One of last year’s interns—Shane Barter, BA ’03, in history and political science—worked with ForumAsia, a human rights group in Thailand. For eight months he traveled to conferences in eight different countries and was given the responsibility of writing a book on the Aceh conflict in Indonesia. His experiences have solidified an interest in pursuing a master’s thesis on the effects of tourism on developing countries.

Making a decision about grad studies is one of the ways Jennifer Margison, UVic’s Career Services manager, and her staff can help. “A graduate degree can be a way to open new doors or progress in a professional field. But we stress the importance of making an informed decision about graduate school and understanding where it fits in with an individual’s overall career planning.”

Career Services has always offered one-on-one advising and workshops for recent graduates or students in any stage of their academic career. But last year, recognizing the struggles new graduates faced trying to break into the career market, they developed ACT (the Applied Career Transitions program).

“There’s nothing more isolating than looking for work,” says Margison, “and you feel like no one is struggling as much as you are. We look at careers as a building process. A career is not something that just happens at graduation.”

The ACT program, funded by the Counselling Foundation of Canada and a grant from the UVic Alumni Association, provides the classroom and experiential learning that job-seeking graduates need. A key career management skill taught by ACT is how to develop a network of relationships through which career opportunities can be explored and created. A two to four month internship, researched and secured by participants, is another option within the program.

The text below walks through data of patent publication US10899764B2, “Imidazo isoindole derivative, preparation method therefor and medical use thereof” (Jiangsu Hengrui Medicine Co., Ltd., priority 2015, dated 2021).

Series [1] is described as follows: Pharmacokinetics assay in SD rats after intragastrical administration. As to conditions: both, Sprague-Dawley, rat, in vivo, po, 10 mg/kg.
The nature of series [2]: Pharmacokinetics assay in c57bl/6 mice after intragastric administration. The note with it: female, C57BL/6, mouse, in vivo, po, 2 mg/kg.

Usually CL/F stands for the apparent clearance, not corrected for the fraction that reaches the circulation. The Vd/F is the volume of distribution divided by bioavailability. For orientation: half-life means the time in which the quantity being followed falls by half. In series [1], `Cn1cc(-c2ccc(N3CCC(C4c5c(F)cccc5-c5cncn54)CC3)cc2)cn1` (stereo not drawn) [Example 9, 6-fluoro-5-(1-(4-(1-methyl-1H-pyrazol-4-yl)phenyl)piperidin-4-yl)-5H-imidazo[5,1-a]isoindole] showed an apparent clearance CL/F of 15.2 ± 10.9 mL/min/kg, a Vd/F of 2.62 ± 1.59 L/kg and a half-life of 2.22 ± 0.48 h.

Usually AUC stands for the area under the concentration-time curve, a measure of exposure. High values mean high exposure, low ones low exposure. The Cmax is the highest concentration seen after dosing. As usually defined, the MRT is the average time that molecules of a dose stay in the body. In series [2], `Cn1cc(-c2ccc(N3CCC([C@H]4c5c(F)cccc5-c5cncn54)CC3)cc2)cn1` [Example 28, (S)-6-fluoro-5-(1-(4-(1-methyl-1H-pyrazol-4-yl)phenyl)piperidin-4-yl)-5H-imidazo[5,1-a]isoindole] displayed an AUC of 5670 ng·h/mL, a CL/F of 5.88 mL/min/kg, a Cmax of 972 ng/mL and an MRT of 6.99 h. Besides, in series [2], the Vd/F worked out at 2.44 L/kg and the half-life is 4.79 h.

Margison sees a shift in the types of jobs some graduates are seeking. “A certain percentage still expect the job security and benefits that have traditionally been associated with a career, and we attempt to bring a bit of reality to that picture. Students have witnessed their parents’ experiences with downsizing and re-organization in the workplace. Many realize that flexibility combined with a more entrepreneurial approach is a move they need to make.”

In the end it’s all about taking initiative and taking risks.

Glenn Smith recalls that in his 20s, many of his colleagues worked for the big condo or the nice car, and were happy to work full out to achieve it. “Today, I see students realizing that 24/7 doesn’t cut it. They don’t care if they’re being paid $300,000 a year. They have a life and they want to focus on the simpler things. They don’t need the fancy house. They can be warm, safe, secure and comfortable without running themselves into the ground.”

That’s how it is for UVic Biology graduate Kate Moss. After finishing her degree last June, she was more than willing to put off job security and benefits to follow her passion. She put down her own money to make it happen. When she learned that a family acquaintance owned a small reserve in Costa Rica, Moss volunteered to fly herself there, buy her own provisions, and start a rainforest rehabilitation project, entirely on her own.

“For me, I’ve always known what I wanted to do,” says Moss, “and my goal was to help restore areas that have experienced environmental damage. There was never a price tag attached, it was all about doing what I love.”

Moss flew to Costa Rica last October and returned at the end of February. She enjoyed the lifestyle so much that she seeking future employment in the same region, paid or not.

“Having a job you adore might mean stepping outside the box, but it’s worth it.”